As seen on Project Made Real, here’s my post for this week!:
This week welcomes part 2 of our five-part “Eating Healthy in College” series! Today’s focus is on eating well while on a meal plan.
Living on campus is a major part of any university student’s life, the fun and friends (as well as late-night studying) are what defines our university experience. How then do we eat well in our home away from home? A meal plan potentially restricts our choices, but if you follow the proper guidelines, you’ll be able to navigate the dining hall well, and make any meal on offer a healthier choice!
Here are my tips for you:
1) Go for the whole-grain option
This is pretty self-explanatory. At breakfast, opt for wholegrain bread or oatmeal or muesli. For dinner, choose brown rice if it’s available. Wholegrains help you to stay full longer and contain more fiber than their processed counterparts.
2) Opt for Grilled/Baked/Steamed options
As you already know, fried food isn’t the best for you. When you’re on the meal plan, feel free to turn down the fried food, and just ask for the grilled/baked/steamed/stewed/sauteed options instead. There’s quite a lot of other options that are equally tasty.
3) Don’t forget the veggies!
On my meal plan at least, the veggies don’t look very appealing. Perhaps it is the fact that they use frozen vegetables, rather than fresh vegetables.
Nonetheless, if your meal plan has vegetables available, load up on them! They’ll keep you full and provide you with healthy nutrients. Check out the salad bar for fresh vegetables that are more likely to have retained their nutrients as well.
Fruits always make a healthy snack. You can stock up on apples and bananas since they are less perishable, and buy cut fruits or fruits like grapes/berries when you feel like having a change.
Have a bowl of soup with your meal. It will fill you up, and (hopefully) keep you from late-night snacking. Vegetable soups like pumpkin soup, carrot soup, leek soup and tomato soup are good ways to sneak in some nutrients too.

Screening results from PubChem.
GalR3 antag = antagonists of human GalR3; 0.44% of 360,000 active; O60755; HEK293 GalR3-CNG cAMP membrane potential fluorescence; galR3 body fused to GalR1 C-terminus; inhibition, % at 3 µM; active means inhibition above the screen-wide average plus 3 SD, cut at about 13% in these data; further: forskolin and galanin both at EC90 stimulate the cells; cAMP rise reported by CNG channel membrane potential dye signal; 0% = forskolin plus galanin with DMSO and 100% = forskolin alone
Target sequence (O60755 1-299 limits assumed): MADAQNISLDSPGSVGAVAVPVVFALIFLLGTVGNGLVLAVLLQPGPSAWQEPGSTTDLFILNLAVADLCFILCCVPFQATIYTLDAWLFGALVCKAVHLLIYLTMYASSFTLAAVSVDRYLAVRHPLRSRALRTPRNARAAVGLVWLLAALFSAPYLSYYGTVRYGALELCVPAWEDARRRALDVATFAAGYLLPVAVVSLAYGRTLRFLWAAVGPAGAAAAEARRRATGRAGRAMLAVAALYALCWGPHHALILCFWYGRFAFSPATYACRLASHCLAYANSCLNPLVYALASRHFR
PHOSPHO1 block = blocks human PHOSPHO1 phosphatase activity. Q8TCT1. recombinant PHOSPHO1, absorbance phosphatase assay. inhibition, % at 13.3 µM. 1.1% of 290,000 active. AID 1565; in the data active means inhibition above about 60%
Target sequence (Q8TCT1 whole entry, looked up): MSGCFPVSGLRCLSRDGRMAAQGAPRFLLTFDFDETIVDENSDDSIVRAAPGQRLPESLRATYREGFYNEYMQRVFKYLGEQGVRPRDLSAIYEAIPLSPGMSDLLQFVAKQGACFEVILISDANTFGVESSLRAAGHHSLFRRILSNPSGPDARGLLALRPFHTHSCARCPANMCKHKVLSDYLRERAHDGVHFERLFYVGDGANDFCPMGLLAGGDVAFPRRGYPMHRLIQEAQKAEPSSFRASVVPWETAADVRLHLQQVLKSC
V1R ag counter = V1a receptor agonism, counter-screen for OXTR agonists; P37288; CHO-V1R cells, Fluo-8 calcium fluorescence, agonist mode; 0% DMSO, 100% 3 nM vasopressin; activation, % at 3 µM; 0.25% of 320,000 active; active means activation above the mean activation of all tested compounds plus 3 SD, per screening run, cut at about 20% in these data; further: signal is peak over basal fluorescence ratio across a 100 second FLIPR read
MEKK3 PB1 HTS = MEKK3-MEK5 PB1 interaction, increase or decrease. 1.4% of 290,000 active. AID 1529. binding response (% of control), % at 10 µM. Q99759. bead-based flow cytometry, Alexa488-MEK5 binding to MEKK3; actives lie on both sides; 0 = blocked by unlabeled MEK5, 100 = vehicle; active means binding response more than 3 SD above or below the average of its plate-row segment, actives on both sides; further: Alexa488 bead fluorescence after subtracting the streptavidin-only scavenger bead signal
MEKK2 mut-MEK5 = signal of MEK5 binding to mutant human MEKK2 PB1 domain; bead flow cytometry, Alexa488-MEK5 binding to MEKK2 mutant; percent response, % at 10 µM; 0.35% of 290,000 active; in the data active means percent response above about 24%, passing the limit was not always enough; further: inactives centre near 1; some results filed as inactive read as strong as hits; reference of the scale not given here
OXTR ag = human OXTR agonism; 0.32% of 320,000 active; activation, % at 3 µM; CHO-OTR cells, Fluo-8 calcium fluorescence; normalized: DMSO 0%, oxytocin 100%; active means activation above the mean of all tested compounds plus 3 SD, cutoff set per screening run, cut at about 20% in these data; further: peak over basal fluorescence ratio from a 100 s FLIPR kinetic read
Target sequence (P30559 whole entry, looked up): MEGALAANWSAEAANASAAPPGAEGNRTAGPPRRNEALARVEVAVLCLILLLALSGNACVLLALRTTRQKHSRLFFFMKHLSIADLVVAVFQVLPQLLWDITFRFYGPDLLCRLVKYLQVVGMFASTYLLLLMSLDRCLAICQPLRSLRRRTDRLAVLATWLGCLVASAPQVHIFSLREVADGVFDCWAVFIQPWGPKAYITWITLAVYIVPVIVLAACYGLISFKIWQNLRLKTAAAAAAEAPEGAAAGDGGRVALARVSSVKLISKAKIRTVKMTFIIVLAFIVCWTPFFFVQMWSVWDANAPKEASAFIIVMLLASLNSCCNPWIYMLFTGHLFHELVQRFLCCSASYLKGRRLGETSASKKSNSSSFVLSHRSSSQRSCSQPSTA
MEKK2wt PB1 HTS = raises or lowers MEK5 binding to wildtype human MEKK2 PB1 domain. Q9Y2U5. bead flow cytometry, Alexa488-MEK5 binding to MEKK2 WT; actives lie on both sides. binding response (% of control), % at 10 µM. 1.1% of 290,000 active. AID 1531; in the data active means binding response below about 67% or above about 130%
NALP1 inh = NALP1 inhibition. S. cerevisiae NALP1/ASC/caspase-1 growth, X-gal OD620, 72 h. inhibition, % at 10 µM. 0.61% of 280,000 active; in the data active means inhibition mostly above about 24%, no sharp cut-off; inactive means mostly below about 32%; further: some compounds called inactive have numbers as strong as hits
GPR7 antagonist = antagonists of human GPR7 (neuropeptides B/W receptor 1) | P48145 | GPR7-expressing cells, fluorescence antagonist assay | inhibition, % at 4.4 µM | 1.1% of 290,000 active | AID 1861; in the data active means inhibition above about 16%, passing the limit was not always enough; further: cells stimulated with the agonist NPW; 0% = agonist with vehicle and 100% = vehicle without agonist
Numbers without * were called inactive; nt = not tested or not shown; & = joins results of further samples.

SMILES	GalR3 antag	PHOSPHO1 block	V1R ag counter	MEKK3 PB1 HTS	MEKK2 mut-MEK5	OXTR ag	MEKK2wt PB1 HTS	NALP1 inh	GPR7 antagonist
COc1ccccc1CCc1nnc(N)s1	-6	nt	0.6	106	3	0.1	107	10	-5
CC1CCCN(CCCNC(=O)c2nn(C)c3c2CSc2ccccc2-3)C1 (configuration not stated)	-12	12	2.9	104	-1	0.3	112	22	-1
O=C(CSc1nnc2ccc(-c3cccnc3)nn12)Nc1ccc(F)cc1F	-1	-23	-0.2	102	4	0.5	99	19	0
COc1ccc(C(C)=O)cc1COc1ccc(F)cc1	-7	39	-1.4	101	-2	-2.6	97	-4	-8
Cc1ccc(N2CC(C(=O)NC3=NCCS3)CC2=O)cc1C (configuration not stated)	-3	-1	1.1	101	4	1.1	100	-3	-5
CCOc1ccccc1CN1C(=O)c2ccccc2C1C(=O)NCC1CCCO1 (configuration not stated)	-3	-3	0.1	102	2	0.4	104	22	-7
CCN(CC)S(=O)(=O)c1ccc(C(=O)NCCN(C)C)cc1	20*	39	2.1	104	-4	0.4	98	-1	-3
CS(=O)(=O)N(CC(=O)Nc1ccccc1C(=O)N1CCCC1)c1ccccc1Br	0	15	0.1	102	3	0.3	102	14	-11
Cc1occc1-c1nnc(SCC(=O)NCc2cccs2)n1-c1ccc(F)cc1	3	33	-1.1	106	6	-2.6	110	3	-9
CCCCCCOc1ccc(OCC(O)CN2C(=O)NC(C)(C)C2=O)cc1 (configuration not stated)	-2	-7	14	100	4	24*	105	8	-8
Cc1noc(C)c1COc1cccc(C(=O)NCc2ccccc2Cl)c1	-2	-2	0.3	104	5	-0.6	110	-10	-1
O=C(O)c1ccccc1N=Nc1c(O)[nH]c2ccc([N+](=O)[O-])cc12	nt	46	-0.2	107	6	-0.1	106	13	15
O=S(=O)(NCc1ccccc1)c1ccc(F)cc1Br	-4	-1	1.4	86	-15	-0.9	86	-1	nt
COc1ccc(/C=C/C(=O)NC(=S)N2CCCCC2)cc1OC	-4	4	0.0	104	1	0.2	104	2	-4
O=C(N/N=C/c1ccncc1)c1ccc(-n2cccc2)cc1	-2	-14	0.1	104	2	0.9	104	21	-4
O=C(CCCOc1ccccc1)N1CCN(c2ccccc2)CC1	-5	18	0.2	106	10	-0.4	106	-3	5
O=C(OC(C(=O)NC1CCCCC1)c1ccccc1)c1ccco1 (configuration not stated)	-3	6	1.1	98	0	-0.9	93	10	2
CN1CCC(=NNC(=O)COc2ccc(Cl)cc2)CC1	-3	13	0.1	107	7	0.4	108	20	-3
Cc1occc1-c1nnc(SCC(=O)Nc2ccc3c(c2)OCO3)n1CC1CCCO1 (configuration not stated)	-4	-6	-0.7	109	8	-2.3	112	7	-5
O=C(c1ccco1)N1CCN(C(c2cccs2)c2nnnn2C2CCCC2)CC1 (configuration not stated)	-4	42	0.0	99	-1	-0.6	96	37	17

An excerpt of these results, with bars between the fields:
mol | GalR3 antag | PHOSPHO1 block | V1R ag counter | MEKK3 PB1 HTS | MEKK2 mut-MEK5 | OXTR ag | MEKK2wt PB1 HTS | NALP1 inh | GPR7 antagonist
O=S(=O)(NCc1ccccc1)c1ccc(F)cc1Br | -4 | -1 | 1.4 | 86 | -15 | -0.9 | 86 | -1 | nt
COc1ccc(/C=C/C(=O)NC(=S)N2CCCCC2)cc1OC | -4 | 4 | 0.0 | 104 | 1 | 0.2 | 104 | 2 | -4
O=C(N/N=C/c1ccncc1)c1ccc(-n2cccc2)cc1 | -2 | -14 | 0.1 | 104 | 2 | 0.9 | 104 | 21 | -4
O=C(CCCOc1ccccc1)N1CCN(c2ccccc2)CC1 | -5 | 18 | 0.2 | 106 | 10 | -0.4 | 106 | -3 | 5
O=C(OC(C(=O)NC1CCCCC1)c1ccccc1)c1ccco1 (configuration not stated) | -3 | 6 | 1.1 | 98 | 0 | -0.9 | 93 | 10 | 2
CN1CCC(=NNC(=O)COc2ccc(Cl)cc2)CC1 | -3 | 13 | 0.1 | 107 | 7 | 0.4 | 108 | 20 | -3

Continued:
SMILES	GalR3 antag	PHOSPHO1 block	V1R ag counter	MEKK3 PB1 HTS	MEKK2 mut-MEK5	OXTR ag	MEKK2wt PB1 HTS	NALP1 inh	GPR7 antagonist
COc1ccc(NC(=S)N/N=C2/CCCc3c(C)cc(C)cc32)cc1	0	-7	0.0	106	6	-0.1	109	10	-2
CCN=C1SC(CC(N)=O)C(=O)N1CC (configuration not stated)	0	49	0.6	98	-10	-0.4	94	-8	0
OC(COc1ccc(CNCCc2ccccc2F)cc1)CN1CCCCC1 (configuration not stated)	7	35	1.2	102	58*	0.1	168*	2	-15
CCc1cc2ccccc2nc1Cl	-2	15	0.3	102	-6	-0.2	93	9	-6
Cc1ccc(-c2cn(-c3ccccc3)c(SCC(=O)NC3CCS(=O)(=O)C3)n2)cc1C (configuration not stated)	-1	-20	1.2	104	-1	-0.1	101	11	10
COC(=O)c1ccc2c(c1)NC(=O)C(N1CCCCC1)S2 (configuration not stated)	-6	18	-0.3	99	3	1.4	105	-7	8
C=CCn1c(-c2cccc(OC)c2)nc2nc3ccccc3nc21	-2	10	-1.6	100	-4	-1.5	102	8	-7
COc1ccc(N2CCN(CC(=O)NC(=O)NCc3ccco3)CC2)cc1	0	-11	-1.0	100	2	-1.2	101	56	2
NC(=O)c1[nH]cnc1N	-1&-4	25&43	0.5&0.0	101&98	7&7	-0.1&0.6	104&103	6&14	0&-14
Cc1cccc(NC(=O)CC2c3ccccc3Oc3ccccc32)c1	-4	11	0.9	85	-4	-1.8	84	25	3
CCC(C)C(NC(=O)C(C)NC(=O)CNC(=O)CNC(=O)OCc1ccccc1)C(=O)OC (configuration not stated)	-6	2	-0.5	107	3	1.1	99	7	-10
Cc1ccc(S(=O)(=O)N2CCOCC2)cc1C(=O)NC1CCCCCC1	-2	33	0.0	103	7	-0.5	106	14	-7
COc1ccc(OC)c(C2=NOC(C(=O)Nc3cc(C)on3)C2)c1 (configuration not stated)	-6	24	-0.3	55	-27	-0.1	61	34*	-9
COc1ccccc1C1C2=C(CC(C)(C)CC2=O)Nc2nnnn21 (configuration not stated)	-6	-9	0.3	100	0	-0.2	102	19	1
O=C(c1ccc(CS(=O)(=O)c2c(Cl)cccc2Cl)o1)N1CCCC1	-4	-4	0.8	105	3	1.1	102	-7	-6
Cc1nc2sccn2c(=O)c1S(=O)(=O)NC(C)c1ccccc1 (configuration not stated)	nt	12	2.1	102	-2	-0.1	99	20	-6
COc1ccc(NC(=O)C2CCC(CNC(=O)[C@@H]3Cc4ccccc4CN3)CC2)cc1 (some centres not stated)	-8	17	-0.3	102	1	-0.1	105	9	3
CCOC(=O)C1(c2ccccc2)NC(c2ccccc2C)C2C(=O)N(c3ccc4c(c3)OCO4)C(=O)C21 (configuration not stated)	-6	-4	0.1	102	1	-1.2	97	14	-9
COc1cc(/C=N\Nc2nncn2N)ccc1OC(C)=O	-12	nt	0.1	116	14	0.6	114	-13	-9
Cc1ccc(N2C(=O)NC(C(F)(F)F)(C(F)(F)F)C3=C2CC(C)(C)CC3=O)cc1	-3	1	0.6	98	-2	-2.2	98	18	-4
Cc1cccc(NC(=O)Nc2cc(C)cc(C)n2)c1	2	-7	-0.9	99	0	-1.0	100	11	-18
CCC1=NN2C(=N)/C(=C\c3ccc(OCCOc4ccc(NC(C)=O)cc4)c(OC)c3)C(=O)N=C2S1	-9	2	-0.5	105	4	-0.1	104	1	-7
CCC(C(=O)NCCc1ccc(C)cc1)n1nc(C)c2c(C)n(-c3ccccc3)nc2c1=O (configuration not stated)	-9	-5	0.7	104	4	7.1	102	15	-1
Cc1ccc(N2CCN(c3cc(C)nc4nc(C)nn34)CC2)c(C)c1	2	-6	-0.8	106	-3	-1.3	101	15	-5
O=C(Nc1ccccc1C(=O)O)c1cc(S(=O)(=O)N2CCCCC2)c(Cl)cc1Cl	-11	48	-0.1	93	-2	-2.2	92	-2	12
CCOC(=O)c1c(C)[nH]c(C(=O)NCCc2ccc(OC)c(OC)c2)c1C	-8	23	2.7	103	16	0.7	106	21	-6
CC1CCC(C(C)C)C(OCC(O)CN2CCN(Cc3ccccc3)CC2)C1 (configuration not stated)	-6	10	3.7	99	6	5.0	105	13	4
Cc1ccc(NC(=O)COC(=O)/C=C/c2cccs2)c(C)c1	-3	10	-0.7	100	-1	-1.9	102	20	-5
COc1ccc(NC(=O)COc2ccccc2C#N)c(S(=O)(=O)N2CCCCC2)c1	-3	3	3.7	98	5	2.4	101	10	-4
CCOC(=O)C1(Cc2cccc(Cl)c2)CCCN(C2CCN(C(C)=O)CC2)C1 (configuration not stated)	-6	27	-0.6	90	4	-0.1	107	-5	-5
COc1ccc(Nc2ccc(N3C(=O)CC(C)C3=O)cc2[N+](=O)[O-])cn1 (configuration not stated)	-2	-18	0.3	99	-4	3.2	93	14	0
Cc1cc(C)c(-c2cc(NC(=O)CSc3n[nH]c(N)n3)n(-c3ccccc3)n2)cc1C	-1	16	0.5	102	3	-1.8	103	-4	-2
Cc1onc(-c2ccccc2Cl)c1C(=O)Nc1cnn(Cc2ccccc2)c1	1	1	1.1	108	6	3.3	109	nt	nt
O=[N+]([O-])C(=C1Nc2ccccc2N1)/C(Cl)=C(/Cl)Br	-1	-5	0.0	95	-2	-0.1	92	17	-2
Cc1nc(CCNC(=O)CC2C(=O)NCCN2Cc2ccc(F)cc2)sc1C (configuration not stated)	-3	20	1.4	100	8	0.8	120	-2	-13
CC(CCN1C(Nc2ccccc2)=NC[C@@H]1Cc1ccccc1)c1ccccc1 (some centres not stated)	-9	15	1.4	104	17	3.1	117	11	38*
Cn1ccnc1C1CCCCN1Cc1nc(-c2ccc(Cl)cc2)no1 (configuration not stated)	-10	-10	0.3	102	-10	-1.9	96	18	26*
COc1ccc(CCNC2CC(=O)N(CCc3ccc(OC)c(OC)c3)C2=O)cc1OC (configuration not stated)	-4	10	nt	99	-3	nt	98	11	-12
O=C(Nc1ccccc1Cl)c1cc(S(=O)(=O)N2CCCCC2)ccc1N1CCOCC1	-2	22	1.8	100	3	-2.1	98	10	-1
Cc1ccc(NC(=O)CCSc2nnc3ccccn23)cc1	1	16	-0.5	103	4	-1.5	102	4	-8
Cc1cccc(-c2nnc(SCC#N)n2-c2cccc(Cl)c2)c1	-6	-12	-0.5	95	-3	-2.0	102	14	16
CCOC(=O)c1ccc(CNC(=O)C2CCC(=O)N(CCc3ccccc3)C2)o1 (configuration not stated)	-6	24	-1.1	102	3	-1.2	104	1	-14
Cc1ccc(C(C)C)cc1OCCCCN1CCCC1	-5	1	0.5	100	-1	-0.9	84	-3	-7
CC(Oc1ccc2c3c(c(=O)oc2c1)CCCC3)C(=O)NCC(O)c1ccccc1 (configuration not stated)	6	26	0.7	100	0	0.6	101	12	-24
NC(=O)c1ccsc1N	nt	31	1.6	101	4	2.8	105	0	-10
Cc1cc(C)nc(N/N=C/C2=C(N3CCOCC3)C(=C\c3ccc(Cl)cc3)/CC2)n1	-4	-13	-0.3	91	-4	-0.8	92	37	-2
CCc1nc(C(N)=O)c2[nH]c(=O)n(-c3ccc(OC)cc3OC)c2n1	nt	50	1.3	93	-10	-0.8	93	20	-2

One thing I like about a meal plan is that you know there’s going to be food available. That means a good breakfast to kickstart your day!
However, sometimes the monotony of the meal plan can get to you. So why not treat yourself and have a meal out instead, rather than falling into a rigid pattern of what you eat daily.
Go out, have some nice wholesome food like an egg white wrap from Starbucks for breakfast, or grab some sushi or even some Korean food for dinner. The possibilities are endless. You could even cook! Check out my earlier post in the series for some suggestions 🙂
You don’t have to be limited to what is on offer, and you could always buy more vegetables/fruits to add on.
I know you weren’t expecting this tip, but let me elaborate a bit more. Everyone has different dietary needs. Some people need to eat more to maintain their weight, others put on weight very easily. By this age in university, you should know what’s right for you. Don’t compare the amount you are eating to what other people are eating.
Girls, don’t feel pressured to eat like a bird in front of guys, or in front of your friends who are dieting. You need to eat enough to nourish your body and keep your brain well-fed! It’s fine and perfectly normal to eat more than others.
Guys, I’m not sure what goes on in your heads, but if anything, don’t feel the need to a lot or spam protein, just because you’re expected to “eat like a man”. You know what’s best for you.
The healthy choice/portion size is defined by what is right for you! What have you been eating over the years to maintain your current weight? Keep at it! (Unless you are unhealthily overweight or underweight then you should cut down/increase your intake)
However, don’t get to obsessive about being healthy! Sometimes, just let loose and go for what looks good. Enjoy yourself, have some dessert and treat yourself to a “unhealthier” meal. You only live once after all! Don’t let your dietary restrictions limit you from going out with your friends for a pizza or dessert. Satisfaction gained from relationships and friendships cannot be replaced by your pursuit of optimal health.
Some of you may have noticed that I tend to have a disclaimer-like paragraph at the end of my posts, reminding you not to go overboard. Well, as the nutrition editor, I feel that it is necessary for me to remind you lovely readers not to go over the top in your goal to achieve a healthier you. There is no perfect definition of health! You don’t have to eat perfectly all the time, or cut our grains/meat/who-knows-whats-next to be healthy. I advocate moderation in everything you do. Eating well 70% of the time, and incorporating some exercise that you enjoy is good enough. As long as you’re happy, that’s what matters. Don’t obsess about exercising daily, or about that unhealthier meal you had. Listen to your body, it knows what it wants 🙂